Ten Middle Eastern and Asian immigrants sued the government Tuesday for allegedly letting their U.S. citizenship applications linger indefinitely by delaying background checks.
Filed in U.S. District Court in Los Angeles, the suit asks that a federal judge review the files and administer the oath of citizenship.
It also seeks class-action status to include all immigrants who have been waiting at least six months for naturalization after filing applications at the U.S. Citizenship and Immigration Service in Los Angeles.
Since the Sept. 11, 2001, terrorist attacks, Muslims and immigrants from the Middle East and Asia have often complained of unexplained delays in the processing of immigration applications. The Southern California suit follows a handful of others across the U.S. in recent years.
"Whether the delays are based on discrimination or incompetence, they have to end," said Hussam Ayloush, executive director of the Southern California chapter of the Council on American-Islamic Relations, which along with the American Civil Liberties Union of Southern California filed the suit.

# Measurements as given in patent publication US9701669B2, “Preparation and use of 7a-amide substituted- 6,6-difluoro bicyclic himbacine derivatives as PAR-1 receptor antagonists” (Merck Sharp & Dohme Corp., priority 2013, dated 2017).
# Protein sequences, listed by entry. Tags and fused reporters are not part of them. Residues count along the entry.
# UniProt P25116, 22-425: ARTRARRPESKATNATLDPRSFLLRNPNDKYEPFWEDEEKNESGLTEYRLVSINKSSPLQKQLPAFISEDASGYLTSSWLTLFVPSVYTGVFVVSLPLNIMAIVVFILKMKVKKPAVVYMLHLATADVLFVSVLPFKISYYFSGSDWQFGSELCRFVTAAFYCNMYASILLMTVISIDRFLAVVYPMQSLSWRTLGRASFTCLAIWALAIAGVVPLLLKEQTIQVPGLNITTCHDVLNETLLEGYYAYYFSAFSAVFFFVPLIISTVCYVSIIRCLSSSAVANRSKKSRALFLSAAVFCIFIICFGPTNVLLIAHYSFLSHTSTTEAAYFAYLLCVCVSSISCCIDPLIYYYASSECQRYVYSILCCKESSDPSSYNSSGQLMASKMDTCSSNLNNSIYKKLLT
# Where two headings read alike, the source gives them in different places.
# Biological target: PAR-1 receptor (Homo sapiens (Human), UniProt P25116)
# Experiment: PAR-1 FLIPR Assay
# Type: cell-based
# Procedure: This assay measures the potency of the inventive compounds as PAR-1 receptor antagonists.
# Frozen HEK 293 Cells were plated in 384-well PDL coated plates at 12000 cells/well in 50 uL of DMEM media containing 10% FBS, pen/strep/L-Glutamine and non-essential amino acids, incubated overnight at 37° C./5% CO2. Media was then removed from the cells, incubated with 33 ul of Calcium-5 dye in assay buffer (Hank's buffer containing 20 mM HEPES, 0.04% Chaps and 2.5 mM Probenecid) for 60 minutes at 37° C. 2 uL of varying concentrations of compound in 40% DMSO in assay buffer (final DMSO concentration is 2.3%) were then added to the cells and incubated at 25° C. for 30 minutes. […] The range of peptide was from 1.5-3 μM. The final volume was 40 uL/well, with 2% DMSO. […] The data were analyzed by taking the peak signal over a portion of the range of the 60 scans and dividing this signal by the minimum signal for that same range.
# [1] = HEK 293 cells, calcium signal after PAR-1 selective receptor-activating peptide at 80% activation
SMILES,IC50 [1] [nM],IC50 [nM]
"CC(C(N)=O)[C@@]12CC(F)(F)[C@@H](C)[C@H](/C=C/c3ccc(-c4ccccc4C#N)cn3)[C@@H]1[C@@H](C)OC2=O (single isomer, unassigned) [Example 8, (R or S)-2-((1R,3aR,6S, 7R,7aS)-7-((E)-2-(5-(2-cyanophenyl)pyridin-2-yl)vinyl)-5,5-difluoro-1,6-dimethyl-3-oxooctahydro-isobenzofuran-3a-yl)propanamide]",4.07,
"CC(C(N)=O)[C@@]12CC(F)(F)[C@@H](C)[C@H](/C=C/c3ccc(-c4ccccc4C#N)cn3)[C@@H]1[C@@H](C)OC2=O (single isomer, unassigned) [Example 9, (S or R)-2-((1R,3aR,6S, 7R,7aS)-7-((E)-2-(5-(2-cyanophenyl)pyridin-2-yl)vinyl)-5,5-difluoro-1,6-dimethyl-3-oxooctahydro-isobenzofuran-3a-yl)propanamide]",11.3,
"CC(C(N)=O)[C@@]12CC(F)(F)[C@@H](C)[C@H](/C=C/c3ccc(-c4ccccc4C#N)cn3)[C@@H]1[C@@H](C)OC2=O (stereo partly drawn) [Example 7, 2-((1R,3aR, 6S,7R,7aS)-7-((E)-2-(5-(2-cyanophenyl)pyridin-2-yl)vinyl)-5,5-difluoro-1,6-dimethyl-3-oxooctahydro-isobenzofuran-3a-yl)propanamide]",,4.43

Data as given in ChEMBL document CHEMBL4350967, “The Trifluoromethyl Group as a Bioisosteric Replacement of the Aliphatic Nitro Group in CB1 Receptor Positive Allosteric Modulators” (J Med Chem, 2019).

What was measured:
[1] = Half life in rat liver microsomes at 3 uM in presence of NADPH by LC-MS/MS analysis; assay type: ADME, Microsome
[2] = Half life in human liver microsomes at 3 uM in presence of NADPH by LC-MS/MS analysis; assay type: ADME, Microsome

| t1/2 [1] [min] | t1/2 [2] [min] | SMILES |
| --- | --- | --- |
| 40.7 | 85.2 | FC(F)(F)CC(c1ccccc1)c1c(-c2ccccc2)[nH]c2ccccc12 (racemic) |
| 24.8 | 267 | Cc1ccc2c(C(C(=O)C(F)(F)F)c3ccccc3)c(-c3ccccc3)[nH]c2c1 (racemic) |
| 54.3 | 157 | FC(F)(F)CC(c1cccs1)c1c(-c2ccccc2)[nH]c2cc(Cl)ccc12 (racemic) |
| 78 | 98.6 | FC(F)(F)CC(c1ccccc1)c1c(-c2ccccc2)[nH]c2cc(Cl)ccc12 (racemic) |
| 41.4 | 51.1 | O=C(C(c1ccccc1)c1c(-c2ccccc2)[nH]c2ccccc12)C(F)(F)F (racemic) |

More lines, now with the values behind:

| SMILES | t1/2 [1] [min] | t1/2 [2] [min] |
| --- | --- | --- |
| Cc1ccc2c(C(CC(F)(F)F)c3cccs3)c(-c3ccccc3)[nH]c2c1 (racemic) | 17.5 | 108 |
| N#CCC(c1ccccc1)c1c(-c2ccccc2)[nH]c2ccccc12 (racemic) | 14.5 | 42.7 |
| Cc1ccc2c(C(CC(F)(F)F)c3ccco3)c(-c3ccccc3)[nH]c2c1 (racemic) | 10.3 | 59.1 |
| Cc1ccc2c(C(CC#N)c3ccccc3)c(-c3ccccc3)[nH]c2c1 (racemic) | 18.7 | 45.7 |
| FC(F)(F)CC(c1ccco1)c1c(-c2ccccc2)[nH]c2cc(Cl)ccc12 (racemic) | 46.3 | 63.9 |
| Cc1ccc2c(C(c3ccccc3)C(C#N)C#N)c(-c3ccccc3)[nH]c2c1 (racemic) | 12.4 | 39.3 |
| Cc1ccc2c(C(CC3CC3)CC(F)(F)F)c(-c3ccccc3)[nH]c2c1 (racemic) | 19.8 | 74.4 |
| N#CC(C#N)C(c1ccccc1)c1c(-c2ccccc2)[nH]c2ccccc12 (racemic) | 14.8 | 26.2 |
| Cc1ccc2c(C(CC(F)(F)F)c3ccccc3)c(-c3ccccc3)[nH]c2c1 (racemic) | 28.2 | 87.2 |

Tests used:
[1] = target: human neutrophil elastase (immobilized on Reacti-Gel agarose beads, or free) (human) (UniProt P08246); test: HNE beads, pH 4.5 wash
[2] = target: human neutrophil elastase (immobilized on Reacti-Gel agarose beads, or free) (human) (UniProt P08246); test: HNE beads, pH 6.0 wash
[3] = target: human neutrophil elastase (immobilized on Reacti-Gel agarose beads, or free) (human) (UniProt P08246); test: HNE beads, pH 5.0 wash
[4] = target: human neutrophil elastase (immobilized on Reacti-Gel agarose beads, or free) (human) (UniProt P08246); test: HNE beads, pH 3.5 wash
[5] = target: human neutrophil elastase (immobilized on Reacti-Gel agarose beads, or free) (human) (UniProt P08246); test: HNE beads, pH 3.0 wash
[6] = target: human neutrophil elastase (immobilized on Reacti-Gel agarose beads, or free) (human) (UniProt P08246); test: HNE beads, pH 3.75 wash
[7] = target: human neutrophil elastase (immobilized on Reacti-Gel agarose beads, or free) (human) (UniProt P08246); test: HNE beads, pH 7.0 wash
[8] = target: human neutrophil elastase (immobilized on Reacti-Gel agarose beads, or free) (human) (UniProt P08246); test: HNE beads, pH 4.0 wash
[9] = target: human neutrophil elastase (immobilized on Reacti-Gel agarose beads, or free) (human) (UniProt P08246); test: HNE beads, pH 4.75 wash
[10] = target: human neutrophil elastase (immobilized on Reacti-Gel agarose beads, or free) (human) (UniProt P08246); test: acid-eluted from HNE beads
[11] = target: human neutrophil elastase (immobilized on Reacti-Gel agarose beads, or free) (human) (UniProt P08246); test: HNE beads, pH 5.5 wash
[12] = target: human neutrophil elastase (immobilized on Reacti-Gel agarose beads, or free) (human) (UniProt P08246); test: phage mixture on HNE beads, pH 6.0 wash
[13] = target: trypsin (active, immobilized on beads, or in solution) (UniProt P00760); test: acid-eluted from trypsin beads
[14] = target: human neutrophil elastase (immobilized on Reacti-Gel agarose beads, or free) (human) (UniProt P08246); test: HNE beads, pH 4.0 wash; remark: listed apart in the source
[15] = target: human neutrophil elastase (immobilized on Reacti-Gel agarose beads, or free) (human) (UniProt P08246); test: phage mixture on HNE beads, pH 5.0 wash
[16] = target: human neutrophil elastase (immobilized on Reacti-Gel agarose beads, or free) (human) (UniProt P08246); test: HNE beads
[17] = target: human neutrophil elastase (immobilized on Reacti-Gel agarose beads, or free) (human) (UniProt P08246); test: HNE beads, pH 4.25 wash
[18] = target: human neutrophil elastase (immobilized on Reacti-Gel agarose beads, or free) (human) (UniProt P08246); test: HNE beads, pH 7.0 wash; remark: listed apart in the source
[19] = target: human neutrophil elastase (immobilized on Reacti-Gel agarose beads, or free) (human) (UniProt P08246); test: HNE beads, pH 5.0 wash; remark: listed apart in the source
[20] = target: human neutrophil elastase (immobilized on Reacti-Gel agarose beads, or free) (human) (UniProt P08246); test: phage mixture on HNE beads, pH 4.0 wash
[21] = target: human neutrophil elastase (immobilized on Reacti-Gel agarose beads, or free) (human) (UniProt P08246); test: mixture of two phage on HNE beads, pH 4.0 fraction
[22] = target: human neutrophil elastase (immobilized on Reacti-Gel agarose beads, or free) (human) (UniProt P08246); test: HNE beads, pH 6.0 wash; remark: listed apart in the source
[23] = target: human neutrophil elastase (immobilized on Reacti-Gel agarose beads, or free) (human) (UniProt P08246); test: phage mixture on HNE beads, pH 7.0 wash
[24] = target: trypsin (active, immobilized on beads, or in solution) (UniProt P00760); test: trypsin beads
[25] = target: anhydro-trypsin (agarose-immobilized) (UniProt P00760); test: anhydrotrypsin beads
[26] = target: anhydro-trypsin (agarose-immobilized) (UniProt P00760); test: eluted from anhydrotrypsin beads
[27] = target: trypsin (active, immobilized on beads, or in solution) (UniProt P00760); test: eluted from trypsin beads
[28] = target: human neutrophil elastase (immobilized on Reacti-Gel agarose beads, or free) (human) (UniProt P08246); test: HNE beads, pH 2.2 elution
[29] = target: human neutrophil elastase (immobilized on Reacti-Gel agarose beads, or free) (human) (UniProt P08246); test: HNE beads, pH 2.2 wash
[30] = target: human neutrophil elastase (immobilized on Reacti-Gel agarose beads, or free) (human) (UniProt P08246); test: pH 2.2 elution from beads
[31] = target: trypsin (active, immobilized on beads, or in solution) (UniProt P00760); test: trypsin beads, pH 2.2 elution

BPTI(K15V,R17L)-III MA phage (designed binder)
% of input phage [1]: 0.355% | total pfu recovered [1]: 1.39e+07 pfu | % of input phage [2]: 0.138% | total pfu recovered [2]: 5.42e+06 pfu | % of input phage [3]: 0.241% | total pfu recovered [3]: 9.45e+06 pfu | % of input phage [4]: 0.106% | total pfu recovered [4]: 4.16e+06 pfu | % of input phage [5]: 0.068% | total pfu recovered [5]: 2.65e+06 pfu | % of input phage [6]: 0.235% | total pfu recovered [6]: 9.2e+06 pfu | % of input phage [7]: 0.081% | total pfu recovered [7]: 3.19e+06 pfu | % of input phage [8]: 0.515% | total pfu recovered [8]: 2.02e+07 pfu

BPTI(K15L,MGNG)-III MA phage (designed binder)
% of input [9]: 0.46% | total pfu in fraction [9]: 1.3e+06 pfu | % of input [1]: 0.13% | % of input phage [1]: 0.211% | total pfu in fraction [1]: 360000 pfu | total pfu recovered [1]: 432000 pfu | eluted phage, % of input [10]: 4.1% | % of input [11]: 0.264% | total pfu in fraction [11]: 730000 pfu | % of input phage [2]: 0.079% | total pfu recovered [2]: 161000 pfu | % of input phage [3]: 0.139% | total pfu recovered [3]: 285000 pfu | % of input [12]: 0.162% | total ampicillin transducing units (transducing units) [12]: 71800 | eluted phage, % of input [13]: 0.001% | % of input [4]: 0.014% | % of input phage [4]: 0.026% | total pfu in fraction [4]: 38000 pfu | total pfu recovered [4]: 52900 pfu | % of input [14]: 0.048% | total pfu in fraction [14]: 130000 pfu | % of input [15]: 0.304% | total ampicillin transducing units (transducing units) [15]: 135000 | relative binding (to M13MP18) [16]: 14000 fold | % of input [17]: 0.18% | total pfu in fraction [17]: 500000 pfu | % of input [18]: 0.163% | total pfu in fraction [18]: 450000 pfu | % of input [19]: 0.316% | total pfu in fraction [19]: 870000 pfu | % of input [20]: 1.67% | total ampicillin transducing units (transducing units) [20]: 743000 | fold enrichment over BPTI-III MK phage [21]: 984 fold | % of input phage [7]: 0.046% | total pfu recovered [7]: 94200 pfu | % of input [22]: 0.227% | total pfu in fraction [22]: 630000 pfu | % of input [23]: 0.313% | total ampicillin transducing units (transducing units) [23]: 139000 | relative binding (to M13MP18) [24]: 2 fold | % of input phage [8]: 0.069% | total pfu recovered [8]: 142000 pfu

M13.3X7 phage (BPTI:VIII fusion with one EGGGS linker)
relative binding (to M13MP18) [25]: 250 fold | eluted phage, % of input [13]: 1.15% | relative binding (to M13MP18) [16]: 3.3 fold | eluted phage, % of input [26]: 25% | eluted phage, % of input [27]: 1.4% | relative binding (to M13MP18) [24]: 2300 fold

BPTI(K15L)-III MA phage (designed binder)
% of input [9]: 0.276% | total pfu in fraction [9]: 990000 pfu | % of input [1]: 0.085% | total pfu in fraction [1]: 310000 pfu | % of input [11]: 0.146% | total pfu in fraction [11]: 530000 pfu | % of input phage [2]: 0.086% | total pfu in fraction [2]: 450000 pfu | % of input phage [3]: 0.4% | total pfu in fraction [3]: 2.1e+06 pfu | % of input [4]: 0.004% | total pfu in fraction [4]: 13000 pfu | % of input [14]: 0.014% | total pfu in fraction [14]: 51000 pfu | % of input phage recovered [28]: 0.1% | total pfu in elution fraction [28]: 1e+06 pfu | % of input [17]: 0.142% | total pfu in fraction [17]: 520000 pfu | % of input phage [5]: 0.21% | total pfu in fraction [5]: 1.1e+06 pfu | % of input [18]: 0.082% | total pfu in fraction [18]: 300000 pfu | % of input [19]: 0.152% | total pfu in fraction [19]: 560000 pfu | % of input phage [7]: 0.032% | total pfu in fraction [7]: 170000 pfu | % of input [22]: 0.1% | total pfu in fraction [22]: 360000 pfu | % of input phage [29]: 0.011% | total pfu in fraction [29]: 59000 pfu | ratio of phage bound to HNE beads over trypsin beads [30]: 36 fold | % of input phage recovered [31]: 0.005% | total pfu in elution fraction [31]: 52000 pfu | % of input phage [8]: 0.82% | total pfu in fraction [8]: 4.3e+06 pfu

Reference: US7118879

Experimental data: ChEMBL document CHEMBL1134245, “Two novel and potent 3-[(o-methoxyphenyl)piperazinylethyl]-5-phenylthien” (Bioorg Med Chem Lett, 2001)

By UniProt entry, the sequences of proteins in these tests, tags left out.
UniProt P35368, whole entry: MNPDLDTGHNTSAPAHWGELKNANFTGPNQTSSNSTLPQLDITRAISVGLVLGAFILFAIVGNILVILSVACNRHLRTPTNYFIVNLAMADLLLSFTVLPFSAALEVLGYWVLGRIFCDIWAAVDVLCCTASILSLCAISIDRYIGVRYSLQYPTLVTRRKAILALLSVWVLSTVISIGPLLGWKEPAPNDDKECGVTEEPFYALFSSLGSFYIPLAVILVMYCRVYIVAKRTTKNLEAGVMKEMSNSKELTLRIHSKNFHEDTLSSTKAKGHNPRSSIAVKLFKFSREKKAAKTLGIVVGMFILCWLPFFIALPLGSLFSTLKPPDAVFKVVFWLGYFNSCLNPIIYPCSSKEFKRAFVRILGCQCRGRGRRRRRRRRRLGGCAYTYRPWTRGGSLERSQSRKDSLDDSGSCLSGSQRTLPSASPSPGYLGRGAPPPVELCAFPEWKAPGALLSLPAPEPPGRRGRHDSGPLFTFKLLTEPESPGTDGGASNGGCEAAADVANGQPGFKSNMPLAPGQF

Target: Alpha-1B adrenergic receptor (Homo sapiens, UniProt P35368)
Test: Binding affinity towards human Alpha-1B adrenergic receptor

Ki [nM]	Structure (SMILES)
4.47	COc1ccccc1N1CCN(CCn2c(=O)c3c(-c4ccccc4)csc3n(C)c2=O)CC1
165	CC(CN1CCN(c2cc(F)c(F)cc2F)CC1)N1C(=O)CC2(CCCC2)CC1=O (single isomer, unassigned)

"Muslims will not accept any longer being treated as second-class citizens by this administration."
Legal limits exceeded
Sharon Rummery, spokeswoman for the Citizenship and Immigration Service, said only about 1 percent of citizenship applicants wait longer than six months.
"I have no idea why some take longer," said Rummery, who added her agency cannot process an application until the FBI returns the background check.
Calls to FBI officials Tuesday seeking comment were not immediately returned.
Generally, legal permanent residents, or "green card" holders, can apply for citizenship if they have lived in the country a certain number of years, speak English fluently and pass a citizenship exam.
Federal law requires the government to approve or deny a citizenship application 120 days after an immigrant passes the exam.
It is taking a lot longer than that for Yousuf Bhaghani, 35, who left Pakistan 17 years ago. Bhaghani said he passed the citizenship exam in 2002, and has been waiting for an answer ever since.
"In my heart, I'm already an American in every way," said Bhaghani. "Now I want to be able to fully participate as a citizen."